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The Russian wheat aphid (RWA), diuraphis noxia, was first observed in North America, in Mexico, in 1980. It spread across the western United States and was found in the dryland area of the PNW in fall 1987. Since that time it has spread widely throughout wheat producing regions east of the Cascades.
This insect can inflict severe damage on wheat and barley crops. In addition the presence of this insect has indirectly increased the potential for soil erosion, where residue levels are low and seeding is delayed to avoid fall infestations.
The RWA is a small, somewhat elongated aphid with fairly short antennae (Fig. 1). It is light green and has short cornicles (tail appendages). Typically the aphid? inhabits the base of leaves just above the collar. Symptoms associated with RWA feeding include white, yellow or purple to red streaks in leaves accompanied by inward rolling of the leaf. Rolling of the leaves protects the aphid by reducing the efficiency of predators and parasites as well as contact insecticides.
Since the RWA has arrived in the PNW, several strategies have been developed to lessen its impact on cereal production. Immediate concerns have centered on control of the insect by cultural and chemical methods. This includes such practices as delayed seeding, developing spray threshold levels, improved insecticide formulations and fine-tuning timing of applications.
Longer term management strategies will rely on biological control and host plant resistance. STEEP researcher Pamela Zwer, wheat breeder at the Columbia Basin Agricultural Research Center at Pendleton, has initiated a program to assess wheat resistance and tolerance to RWA. Her ultimate goal is to introduce resistance or tolerance into club wheat varieties. STEEP is a tri-state program involving Idaho, Washington and Oregon. It is an interdisciplinary research program, designed to address the cropland production and erosion problems of the region.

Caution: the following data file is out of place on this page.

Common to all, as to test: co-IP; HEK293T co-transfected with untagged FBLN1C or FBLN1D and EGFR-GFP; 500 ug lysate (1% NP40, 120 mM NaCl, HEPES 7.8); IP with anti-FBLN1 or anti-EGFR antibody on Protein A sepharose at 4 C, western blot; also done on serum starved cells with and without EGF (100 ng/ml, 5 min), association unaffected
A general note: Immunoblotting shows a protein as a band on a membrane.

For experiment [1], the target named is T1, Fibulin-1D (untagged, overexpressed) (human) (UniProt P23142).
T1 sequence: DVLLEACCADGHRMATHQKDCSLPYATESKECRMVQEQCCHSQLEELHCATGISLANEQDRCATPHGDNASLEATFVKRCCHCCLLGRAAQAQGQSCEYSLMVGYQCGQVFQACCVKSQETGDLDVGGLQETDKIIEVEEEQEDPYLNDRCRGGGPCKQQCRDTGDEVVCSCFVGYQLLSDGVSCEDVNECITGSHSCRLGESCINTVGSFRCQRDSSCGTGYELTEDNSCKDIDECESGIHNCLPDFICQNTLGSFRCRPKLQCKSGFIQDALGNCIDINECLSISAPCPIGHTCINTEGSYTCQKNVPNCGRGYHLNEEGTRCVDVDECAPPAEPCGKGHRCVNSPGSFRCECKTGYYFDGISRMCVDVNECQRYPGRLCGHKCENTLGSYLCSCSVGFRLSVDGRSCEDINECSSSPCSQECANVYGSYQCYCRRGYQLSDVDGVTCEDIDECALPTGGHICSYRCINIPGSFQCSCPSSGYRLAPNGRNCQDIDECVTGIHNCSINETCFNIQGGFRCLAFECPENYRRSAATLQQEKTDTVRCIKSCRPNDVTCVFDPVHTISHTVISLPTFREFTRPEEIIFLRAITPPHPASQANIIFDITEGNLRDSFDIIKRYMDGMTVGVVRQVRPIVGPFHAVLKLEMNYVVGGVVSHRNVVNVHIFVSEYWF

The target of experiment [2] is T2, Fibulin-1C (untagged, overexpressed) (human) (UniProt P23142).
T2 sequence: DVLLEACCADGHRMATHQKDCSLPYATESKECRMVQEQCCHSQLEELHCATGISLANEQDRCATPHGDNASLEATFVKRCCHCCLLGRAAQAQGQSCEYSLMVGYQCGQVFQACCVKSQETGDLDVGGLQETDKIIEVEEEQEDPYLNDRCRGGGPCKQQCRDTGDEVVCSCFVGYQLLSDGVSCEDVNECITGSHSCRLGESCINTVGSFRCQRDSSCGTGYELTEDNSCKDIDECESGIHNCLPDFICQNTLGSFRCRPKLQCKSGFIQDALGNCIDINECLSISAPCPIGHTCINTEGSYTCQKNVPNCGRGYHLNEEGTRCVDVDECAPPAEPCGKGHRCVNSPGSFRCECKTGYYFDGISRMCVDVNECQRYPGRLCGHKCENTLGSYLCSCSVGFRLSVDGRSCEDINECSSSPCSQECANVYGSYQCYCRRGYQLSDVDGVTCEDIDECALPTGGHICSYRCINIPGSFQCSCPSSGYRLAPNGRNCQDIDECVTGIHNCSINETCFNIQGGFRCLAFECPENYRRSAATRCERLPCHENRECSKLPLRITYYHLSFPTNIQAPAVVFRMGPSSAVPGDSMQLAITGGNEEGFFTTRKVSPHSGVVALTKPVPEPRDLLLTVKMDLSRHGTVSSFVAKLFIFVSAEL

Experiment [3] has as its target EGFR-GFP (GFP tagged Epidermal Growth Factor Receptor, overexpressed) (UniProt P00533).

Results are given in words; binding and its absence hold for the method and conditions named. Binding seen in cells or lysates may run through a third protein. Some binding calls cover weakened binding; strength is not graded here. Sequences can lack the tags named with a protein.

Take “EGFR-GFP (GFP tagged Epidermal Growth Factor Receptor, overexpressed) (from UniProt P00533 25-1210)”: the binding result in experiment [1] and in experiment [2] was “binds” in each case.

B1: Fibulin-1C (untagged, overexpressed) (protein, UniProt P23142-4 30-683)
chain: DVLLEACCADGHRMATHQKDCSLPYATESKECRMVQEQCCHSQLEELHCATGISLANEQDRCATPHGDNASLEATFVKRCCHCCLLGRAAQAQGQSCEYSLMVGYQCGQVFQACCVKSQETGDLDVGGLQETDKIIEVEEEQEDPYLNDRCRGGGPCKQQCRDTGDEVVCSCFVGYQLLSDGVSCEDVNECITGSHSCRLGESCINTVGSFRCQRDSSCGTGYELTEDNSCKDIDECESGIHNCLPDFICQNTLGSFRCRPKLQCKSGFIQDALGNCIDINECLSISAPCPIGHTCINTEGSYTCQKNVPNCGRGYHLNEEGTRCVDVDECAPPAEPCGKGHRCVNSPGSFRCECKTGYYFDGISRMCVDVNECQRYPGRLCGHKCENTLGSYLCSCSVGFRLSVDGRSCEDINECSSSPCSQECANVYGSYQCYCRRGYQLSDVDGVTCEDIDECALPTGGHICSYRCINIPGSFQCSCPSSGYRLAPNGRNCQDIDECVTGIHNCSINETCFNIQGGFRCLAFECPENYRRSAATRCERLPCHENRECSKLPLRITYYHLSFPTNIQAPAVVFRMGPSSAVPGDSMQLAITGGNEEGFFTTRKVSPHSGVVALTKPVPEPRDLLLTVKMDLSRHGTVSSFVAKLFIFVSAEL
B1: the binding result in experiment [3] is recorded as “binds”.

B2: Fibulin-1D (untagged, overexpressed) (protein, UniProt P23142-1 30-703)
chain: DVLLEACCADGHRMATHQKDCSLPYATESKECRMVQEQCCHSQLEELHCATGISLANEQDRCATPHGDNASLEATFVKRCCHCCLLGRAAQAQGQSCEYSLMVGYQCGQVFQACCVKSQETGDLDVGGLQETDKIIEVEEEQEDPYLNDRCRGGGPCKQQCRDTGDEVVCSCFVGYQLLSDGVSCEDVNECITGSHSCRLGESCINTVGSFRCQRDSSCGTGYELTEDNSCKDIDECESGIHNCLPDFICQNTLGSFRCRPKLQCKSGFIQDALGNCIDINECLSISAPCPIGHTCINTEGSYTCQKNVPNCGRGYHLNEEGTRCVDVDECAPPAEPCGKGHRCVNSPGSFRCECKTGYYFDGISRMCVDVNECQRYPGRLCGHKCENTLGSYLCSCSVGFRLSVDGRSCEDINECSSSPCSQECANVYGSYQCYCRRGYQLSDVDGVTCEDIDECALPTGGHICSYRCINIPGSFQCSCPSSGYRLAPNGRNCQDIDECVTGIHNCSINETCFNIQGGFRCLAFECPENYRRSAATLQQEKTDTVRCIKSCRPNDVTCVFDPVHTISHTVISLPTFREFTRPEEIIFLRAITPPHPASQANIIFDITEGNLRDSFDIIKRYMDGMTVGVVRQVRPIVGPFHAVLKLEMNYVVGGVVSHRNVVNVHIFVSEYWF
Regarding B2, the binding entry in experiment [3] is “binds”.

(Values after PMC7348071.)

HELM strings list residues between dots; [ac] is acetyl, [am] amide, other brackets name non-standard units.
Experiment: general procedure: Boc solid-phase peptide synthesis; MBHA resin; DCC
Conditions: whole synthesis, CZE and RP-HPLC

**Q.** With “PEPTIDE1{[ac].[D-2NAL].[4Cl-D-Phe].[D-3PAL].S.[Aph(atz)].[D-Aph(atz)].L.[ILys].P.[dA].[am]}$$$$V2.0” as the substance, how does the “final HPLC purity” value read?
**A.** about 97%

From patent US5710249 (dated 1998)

Having varieties that are resistant or tolerant to RWA has both economic and environmental consequences. Currently the only option for control of RWA is through the application of insecticides. These materials are costly and pose health and environmental risks. Tolerant or resistant varieties would eliminate the need for insecticides and delayed seeding, thus reducing production costs and lessening health, environmental and erosion risks. Although development of new varieties may take several years, experience from South Africa has shown RWA to be a persistent problem. The aphid was introduced into that country in the late 1970's and still insecticide spraying is required on much of their wheat crop.
Developing Host Plant Resistance or Tolerance